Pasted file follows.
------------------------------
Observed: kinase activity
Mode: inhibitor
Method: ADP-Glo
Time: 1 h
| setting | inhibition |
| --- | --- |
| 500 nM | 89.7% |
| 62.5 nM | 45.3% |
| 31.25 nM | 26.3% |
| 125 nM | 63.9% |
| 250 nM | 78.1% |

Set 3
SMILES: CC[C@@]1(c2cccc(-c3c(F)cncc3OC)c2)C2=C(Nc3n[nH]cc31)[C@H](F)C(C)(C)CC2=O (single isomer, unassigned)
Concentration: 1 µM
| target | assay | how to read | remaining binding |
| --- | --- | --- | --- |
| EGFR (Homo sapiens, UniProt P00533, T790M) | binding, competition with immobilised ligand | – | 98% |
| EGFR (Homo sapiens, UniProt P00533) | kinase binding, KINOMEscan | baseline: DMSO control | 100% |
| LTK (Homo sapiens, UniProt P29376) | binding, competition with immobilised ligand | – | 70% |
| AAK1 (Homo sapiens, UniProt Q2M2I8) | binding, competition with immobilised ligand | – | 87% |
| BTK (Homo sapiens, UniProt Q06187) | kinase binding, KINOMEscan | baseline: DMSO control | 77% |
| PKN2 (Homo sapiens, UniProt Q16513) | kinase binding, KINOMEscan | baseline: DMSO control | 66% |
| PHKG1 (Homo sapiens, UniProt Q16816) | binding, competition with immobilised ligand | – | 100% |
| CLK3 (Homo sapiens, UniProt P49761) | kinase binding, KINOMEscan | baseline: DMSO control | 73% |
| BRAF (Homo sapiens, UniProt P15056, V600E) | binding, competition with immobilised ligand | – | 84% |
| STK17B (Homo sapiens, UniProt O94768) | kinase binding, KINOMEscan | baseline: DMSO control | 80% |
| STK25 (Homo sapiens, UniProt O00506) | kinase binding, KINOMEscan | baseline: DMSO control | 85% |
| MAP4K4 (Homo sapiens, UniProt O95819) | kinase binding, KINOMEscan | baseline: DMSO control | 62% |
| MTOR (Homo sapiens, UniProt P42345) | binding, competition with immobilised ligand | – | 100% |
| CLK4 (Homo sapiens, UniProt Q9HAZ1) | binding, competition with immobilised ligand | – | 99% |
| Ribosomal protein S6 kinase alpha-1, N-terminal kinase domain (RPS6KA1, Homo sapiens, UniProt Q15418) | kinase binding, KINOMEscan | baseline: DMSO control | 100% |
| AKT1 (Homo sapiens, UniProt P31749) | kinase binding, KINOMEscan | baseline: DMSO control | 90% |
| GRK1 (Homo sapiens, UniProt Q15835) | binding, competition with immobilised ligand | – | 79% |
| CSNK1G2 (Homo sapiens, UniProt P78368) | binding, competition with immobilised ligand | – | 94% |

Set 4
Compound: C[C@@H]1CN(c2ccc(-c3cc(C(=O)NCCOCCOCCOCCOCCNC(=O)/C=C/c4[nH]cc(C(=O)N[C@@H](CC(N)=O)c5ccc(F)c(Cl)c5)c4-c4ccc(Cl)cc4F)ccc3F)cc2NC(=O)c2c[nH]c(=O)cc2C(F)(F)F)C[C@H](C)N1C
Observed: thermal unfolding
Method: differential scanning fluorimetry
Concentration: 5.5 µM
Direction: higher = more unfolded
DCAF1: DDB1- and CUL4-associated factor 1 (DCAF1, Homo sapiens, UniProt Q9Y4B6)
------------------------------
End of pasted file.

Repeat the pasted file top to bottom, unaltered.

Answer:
Observed: kinase activity
Mode: inhibitor
Method: ADP-Glo
Time: 1 h
| setting | inhibition |
| --- | --- |
| 500 nM | 89.7% |
| 62.5 nM | 45.3% |
| 31.25 nM | 26.3% |
| 125 nM | 63.9% |
| 250 nM | 78.1% |

Set 3
SMILES: CC[C@@]1(c2cccc(-c3c(F)cncc3OC)c2)C2=C(Nc3n[nH]cc31)[C@H](F)C(C)(C)CC2=O (single isomer, unassigned)
Concentration: 1 µM
| target | assay | how to read | remaining binding |
| --- | --- | --- | --- |
| EGFR (Homo sapiens, UniProt P00533, T790M) | binding, competition with immobilised ligand | – | 98% |
| EGFR (Homo sapiens, UniProt P00533) | kinase binding, KINOMEscan | baseline: DMSO control | 100% |
| LTK (Homo sapiens, UniProt P29376) | binding, competition with immobilised ligand | – | 70% |
| AAK1 (Homo sapiens, UniProt Q2M2I8) | binding, competition with immobilised ligand | – | 87% |
| BTK (Homo sapiens, UniProt Q06187) | kinase binding, KINOMEscan | baseline: DMSO control | 77% |
| PKN2 (Homo sapiens, UniProt Q16513) | kinase binding, KINOMEscan | baseline: DMSO control | 66% |
| PHKG1 (Homo sapiens, UniProt Q16816) | binding, competition with immobilised ligand | – | 100% |
| CLK3 (Homo sapiens, UniProt P49761) | kinase binding, KINOMEscan | baseline: DMSO control | 73% |
| BRAF (Homo sapiens, UniProt P15056, V600E) | binding, competition with immobilised ligand | – | 84% |
| STK17B (Homo sapiens, UniProt O94768) | kinase binding, KINOMEscan | baseline: DMSO control | 80% |
| STK25 (Homo sapiens, UniProt O00506) | kinase binding, KINOMEscan | baseline: DMSO control | 85% |
| MAP4K4 (Homo sapiens, UniProt O95819) | kinase binding, KINOMEscan | baseline: DMSO control | 62% |
| MTOR (Homo sapiens, UniProt P42345) | binding, competition with immobilised ligand | – | 100% |
| CLK4 (Homo sapiens, UniProt Q9HAZ1) | binding, competition with immobilised ligand | – | 99% |
| Ribosomal protein S6 kinase alpha-1, N-terminal kinase domain (RPS6KA1, Homo sapiens, UniProt Q15418) | kinase binding, KINOMEscan | baseline: DMSO control | 100% |
| AKT1 (Homo sapiens, UniProt P31749) | kinase binding, KINOMEscan | baseline: DMSO control | 90% |
| GRK1 (Homo sapiens, UniProt Q15835) | binding, competition with immobilised ligand | – | 79% |
| CSNK1G2 (Homo sapiens, UniProt P78368) | binding, competition with immobilised ligand | – | 94% |

Set 4
Compound: C[C@@H]1CN(c2ccc(-c3cc(C(=O)NCCOCCOCCOCCOCCNC(=O)/C=C/c4[nH]cc(C(=O)N[C@@H](CC(N)=O)c5ccc(F)c(Cl)c5)c4-c4ccc(Cl)cc4F)ccc3F)cc2NC(=O)c2c[nH]c(=O)cc2C(F)(F)F)C[C@H](C)N1C
Observed: thermal unfolding
Method: differential scanning fluorimetry
Concentration: 5.5 µM
Direction: higher = more unfolded
DCAF1: DDB1- and CUL4-associated factor 1 (DCAF1, Homo sapiens, UniProt Q9Y4B6)